FINANCIAL institutions desperate to snare new customers are offering record-breaking discounts of up to 1.65 per cent as competition in the mortgage market continues to increase.

But experts are warning home loan customers not to be sucked in by discounts, which are bringing repayments down by hundreds of dollars a month, but are not necessarily the best available.

The lowest variable market on financial comparison site Canstar’s database is which has a mortgage deal with a rate of 4.23 per cent – no discount applies to this advertised rate.

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However, smaller lenders including the Bank of Sydney are offering the biggest discount of 1.65 per cent off the standard variable rate.

Other institutions including Wide Bay Australia and Newcastle Permanent are offering customers more than 1 per cent off the SVR, but Canstar’s research manager Mitchell Watson warned that customers needed to look beyond these attractive discounts.

‘The discounts we are seeing are off lenders’ standard variable rates which are more a lenders’ point of reference rather than a product people buy,” he said.

‘It’s these packaged rates and discounted deals people are taking out, but you need to look past the discount.

‘Find out what the real rate is that you are receiving.’

The Reserve Bank of Australia this week said in its biannual Financial Stability Review that the fierce competition among financial institutions had led to the heavy discounting.

‘Lenders are competing for new borrowers by offering attractive fixed rates and significantly discounting their advertised variable rates, discounts of 100 basis points or more are now widely available,” the RBA said.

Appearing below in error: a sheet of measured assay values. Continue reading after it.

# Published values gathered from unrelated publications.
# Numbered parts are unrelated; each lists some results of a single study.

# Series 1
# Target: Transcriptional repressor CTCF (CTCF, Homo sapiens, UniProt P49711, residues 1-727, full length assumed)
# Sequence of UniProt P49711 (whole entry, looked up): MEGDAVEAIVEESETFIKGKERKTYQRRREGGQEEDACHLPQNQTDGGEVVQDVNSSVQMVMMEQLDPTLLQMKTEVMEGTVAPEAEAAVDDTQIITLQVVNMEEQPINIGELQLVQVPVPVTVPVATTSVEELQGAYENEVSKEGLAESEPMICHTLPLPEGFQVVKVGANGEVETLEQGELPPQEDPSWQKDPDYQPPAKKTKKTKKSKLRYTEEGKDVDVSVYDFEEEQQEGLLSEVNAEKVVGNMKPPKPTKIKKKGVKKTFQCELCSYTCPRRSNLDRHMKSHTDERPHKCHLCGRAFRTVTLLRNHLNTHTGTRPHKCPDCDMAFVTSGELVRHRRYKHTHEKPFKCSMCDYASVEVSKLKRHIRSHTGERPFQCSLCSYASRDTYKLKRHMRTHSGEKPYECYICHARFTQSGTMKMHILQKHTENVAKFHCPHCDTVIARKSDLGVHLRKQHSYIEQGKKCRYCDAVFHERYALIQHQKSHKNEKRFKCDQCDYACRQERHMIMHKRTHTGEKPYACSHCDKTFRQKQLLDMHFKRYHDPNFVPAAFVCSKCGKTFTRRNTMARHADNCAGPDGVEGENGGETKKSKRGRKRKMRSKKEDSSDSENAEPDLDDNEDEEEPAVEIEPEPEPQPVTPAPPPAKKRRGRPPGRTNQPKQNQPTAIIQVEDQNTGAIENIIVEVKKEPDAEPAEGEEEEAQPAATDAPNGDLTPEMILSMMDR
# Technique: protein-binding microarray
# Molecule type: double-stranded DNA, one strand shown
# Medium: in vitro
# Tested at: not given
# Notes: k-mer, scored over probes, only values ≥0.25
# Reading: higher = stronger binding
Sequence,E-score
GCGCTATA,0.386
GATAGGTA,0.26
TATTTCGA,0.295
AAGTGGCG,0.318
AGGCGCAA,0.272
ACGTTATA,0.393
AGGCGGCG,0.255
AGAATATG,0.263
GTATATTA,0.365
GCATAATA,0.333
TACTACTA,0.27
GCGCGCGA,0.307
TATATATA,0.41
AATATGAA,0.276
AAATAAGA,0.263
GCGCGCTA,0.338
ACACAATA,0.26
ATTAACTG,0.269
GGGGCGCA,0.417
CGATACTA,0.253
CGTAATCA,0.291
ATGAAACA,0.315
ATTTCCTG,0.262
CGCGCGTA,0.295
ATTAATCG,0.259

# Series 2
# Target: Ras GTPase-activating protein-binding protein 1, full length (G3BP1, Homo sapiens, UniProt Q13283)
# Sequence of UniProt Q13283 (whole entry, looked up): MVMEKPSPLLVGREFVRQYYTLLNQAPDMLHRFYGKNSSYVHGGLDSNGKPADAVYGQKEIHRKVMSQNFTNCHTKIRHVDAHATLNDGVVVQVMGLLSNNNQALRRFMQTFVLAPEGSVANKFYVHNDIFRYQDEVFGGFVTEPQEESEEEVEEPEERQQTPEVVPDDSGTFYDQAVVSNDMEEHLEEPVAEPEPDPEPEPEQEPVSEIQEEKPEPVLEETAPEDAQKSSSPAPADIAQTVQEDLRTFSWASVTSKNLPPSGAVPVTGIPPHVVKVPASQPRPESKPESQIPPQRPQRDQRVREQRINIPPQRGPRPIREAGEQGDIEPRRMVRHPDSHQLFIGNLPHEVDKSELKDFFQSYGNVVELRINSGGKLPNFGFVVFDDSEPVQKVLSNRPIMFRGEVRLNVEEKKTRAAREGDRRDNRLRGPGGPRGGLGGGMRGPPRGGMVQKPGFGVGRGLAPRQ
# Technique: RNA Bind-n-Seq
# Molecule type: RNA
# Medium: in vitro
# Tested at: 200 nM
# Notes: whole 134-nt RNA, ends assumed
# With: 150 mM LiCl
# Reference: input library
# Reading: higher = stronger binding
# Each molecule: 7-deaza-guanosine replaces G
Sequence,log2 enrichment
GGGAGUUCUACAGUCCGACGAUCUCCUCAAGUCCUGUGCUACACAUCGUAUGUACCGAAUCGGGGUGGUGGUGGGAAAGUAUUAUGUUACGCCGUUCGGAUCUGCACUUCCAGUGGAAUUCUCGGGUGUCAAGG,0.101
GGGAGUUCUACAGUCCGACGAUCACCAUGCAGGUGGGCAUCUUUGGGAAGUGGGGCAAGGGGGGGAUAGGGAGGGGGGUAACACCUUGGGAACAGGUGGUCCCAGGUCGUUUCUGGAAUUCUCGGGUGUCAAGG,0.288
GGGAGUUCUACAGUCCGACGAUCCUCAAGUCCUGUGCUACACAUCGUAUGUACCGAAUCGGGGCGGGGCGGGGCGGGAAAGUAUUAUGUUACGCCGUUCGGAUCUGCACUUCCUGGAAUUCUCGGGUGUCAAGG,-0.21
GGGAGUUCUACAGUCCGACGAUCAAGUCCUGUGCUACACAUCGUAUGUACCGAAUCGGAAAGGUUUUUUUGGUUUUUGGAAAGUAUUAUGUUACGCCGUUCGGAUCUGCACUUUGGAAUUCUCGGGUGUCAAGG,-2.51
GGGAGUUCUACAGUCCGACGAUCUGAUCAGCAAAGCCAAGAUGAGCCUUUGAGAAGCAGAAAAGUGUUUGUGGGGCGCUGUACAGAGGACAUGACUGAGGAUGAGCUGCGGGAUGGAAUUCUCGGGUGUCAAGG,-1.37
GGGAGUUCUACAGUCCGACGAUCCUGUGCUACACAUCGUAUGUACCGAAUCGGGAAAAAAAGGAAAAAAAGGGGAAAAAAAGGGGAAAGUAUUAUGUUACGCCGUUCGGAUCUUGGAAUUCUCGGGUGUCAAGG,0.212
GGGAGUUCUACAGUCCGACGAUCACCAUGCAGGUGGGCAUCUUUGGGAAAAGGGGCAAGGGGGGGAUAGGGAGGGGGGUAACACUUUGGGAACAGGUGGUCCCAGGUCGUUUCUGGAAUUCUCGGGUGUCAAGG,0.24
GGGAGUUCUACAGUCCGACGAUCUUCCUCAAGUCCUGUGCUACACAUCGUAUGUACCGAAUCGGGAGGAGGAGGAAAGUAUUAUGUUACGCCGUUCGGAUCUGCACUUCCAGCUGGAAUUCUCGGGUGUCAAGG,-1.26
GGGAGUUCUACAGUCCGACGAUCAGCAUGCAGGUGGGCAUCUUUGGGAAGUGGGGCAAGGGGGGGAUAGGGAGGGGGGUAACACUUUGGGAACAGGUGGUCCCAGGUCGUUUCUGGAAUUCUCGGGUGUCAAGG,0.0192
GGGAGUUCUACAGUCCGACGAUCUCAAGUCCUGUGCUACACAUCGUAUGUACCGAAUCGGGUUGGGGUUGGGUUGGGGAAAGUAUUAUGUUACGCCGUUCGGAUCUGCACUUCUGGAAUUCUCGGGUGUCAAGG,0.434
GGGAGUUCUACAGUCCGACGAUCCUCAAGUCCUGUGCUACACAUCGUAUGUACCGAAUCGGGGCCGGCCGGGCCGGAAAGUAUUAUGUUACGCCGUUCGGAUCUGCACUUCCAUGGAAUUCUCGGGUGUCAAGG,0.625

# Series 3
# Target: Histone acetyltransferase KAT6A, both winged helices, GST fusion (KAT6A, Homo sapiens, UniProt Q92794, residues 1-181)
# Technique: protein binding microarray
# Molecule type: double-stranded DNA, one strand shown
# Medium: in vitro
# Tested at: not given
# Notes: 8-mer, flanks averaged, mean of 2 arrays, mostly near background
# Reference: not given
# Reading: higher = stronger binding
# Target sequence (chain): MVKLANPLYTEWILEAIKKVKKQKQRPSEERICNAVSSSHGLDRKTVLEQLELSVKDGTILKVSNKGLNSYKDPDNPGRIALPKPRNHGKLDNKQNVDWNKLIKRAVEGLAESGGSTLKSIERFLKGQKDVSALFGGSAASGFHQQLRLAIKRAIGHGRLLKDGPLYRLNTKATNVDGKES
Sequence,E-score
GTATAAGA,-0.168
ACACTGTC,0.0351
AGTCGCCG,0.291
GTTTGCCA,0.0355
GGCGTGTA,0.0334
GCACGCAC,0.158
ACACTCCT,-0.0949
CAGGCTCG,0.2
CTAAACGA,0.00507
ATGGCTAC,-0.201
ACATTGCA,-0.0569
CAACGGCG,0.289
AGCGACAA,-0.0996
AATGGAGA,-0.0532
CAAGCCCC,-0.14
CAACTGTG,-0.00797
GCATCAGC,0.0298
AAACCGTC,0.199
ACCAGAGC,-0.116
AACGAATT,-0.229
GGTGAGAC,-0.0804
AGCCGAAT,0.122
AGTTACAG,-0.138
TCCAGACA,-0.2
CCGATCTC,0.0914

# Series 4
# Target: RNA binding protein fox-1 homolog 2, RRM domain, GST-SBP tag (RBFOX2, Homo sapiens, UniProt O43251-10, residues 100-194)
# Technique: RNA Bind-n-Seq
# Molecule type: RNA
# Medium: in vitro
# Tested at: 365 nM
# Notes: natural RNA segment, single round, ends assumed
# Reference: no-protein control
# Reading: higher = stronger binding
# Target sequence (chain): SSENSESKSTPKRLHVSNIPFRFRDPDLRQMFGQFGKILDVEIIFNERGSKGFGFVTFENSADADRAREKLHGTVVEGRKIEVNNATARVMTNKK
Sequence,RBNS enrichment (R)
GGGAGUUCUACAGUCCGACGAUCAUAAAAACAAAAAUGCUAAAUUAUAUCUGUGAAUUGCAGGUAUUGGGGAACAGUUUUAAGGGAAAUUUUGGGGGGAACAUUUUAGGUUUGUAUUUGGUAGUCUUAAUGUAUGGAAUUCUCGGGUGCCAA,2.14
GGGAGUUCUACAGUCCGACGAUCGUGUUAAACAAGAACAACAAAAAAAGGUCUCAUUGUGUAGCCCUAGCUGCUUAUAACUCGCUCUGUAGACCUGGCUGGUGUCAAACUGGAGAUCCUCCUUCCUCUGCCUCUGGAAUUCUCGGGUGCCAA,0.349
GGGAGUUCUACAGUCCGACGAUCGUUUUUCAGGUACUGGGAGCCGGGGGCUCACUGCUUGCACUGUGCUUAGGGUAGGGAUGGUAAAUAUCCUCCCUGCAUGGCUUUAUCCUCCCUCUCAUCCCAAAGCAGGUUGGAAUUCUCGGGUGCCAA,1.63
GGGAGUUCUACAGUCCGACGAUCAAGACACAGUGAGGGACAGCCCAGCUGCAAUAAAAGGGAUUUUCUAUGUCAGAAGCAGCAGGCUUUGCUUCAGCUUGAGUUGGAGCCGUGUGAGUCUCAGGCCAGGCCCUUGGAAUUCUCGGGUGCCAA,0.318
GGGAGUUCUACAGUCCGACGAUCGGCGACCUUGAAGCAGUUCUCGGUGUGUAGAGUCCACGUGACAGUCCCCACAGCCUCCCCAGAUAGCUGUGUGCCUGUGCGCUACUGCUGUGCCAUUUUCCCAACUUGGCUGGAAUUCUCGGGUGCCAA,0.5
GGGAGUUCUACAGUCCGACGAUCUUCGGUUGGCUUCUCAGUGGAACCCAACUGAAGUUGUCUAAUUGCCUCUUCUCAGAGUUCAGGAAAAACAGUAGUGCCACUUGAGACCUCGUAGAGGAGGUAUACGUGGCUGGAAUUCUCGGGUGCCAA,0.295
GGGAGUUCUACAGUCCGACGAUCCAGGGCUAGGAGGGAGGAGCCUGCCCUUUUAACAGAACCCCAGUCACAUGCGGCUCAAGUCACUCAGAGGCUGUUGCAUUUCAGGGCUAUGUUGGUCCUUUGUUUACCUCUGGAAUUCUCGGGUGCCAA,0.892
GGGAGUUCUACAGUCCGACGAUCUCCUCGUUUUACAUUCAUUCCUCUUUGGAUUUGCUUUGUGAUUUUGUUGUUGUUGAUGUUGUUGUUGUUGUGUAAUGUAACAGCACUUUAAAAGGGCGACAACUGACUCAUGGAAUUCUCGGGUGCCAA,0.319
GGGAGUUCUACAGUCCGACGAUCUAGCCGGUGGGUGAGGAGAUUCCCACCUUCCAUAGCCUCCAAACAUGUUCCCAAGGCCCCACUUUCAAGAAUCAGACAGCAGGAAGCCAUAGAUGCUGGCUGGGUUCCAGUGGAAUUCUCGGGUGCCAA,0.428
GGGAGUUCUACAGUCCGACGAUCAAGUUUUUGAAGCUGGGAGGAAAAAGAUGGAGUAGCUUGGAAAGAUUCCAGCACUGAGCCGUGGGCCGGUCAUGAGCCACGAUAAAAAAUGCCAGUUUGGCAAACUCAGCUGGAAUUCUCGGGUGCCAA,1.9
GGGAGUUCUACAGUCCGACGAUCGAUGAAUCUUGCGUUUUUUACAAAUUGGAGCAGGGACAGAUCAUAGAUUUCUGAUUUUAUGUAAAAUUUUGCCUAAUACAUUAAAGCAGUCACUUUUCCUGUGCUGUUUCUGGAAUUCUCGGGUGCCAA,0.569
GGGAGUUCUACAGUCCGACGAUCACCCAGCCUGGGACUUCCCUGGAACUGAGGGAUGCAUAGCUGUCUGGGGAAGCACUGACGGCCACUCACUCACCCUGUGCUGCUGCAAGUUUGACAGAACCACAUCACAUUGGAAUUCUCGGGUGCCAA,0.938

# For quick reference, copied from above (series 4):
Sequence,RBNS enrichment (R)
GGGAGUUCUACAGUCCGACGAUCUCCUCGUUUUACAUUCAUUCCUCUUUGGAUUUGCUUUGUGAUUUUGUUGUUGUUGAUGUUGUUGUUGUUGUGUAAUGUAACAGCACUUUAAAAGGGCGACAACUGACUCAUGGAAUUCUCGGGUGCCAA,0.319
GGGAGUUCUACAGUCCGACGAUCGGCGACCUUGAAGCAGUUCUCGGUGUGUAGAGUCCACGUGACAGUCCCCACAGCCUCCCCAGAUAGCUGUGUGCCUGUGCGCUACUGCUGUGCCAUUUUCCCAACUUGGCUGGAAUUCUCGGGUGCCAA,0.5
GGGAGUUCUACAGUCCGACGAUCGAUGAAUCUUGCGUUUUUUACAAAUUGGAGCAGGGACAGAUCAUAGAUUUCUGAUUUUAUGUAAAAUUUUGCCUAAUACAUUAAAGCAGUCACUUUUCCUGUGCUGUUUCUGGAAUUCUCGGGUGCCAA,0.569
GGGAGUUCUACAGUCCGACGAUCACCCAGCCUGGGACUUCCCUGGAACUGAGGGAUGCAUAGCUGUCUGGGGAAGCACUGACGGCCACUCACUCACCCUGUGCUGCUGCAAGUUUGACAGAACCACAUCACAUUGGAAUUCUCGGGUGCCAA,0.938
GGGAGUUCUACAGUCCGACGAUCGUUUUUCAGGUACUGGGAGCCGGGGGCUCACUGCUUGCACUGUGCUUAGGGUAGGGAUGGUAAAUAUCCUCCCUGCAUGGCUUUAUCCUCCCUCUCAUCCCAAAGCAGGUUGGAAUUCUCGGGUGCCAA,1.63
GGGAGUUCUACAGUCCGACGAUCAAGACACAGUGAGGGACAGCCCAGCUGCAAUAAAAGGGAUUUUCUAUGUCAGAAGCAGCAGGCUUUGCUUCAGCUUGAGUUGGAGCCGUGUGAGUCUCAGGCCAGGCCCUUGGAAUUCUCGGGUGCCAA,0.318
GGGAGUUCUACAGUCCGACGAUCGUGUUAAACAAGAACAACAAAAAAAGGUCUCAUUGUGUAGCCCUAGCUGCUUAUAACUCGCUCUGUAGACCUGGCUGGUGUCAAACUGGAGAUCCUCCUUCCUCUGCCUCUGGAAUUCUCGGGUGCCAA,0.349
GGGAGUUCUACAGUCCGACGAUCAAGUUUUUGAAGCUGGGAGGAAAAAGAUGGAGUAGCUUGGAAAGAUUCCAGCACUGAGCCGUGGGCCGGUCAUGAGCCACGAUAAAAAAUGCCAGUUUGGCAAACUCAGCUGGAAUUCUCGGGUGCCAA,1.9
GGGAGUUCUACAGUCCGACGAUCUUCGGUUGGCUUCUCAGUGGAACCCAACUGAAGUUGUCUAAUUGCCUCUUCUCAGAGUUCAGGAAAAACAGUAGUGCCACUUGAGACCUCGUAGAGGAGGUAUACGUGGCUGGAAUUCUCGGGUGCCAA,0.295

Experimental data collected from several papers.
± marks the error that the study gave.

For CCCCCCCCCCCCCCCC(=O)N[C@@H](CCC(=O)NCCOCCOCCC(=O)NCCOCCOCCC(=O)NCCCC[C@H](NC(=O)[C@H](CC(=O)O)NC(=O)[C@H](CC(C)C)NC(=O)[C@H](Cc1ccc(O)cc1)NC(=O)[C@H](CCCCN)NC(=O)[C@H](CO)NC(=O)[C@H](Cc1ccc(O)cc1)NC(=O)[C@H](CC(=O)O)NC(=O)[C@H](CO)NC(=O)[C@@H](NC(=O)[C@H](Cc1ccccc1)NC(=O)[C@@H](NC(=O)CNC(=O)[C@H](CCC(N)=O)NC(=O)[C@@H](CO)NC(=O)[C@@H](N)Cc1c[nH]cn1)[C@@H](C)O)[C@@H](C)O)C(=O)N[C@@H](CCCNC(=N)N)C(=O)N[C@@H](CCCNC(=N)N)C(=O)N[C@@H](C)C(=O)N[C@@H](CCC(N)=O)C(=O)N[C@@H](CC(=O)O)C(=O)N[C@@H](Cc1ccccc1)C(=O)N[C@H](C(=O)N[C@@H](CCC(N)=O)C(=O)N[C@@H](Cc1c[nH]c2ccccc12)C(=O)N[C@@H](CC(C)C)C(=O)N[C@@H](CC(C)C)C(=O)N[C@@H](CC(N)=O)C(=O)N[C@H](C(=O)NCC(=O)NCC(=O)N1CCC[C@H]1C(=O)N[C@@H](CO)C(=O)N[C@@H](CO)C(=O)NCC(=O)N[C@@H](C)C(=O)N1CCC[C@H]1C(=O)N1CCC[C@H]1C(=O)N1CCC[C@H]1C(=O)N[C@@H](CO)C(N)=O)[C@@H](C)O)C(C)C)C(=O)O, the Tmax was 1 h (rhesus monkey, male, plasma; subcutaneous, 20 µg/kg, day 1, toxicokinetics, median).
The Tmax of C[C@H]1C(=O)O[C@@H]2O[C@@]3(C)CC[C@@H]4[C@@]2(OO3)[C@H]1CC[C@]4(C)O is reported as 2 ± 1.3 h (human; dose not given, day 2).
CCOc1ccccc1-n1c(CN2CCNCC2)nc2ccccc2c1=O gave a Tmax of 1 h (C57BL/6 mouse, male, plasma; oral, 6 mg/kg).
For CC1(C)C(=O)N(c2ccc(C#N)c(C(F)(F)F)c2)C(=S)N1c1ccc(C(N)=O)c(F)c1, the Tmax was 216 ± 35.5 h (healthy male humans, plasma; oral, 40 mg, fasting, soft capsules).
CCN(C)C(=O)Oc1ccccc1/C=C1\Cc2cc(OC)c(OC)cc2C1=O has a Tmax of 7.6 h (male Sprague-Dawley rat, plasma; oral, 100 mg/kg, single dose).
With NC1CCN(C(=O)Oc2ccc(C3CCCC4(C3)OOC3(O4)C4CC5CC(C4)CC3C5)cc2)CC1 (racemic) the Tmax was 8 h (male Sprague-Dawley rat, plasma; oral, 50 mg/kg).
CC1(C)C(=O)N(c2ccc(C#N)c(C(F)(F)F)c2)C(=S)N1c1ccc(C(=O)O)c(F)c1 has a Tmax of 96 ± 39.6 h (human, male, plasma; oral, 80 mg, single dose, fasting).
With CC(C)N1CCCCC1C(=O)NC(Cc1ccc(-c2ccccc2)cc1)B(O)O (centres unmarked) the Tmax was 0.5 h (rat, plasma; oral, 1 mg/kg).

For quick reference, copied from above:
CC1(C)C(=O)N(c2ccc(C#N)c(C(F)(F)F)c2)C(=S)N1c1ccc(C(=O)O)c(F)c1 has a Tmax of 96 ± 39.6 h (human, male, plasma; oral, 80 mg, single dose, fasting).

Bank of Sydney’s Expect More Home Loan package offers a discount of 1.65 per cent, reducing the product’s interest rate to 4.48 per cent – by no means the lowest rate on the market.

This means borrowed on a $350,000, 25-year loan would pay $1664 on their monthly repayments – the discount seeing their repayments reduced by $293 per month.

The average standard variable rate for the same loan is 5.13 per cent and the average three-year fixed rate is 4.64 per cent.

But the Mortgage and Finance Association of Australia’s chief executive officer, Siobhan Hayden, said any borrower ‘can sharpen the pencil of the standard variable rate by simply asking.’

Economists are forecasting the cash rate – currently at 2.25 per cent – will fall further again this year and have pinpointed May as the most likely time for the next drop.

1300homeloan director John Kolenda urged consumers to review their mortgage every 12 months to ensure they are getting the best deal possible and find out whether the home loan has other facilities such as an offset and redraw account.

Posted by Sophie Elsworth – News Limited Network on 27th March, 2015